Movement as Prayer

MOVEMENT AS PRAYER – LITURGICAL DANCE

When words fail you and you become overwhelmed.

When energy bursts through your pores and you can’t contain it,

When life seems helpless and you’re left alone and abandoned

That’s the time to move.

Move till your body bursts,

Move till your pores sweat,

Move to the laughter of tears.

Move to the darkness of light.

Move through time and space.

Move till you find your place.

Move till life connects you.

Move to your hearts rhythms.

Move till divine grace fills you.

 

The first two dances you are about to see  are done by Gr.6 students of Toronto. These dances were included in the Conference of Bishops Gr.6 Teachers Religion Manual in 1978.  The other dances have been part of liturgies at Holy Cross Church in Ottawa.

 

Download Ligurical Dance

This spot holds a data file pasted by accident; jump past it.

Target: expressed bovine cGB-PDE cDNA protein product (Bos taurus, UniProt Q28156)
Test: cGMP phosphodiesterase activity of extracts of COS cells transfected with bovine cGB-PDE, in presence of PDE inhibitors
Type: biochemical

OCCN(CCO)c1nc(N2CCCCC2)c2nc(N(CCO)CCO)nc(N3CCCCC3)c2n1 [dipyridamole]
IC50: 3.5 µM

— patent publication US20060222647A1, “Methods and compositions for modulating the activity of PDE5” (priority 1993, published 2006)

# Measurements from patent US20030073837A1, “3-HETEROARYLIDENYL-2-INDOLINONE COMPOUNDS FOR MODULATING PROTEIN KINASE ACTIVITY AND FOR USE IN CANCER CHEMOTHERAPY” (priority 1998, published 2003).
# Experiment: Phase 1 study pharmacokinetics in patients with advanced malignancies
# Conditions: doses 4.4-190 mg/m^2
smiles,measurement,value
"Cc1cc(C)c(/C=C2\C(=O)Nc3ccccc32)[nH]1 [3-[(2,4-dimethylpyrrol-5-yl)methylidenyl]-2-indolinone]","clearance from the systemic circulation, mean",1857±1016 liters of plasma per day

The Religious Dance, an Expression of Spiritual Joy

http://www.adoremus.org/Dance.html

 

“The dance can be an art: a synthesis of the measured arts (music and poetry) and the spatial arts (architecture, sculpture, painting). As an art which, by means of the body, expresses human feelings, the dance is especially adapted to signify joy. Thus, among the mystics, we find intervals of dancing as an expression of the fullness of their love of God. Recall the cases of Saint Theresa of Avila, Saint Philip Neri, Saint Gerard Majella.

When the Angelic Doctor wished to represent paradise, he represented it as a dance executed by angels and saints. The dance can turn into prayer which expresses itself with a movement which engages the whole being, soul and body. Generally, when the spirit raises itself to God in prayer, it also involves the body.

One can speak of the prayer of the body. This can express its praise, its petition with movements, just as is said of the stars which by their evolution praise their Creator. (cf. Baruch 3:34)Various examples of this type of prayer are had in the Old Testament. This holds true especially for primitive peoples. They express their religious sentiment with rhythmic movements.”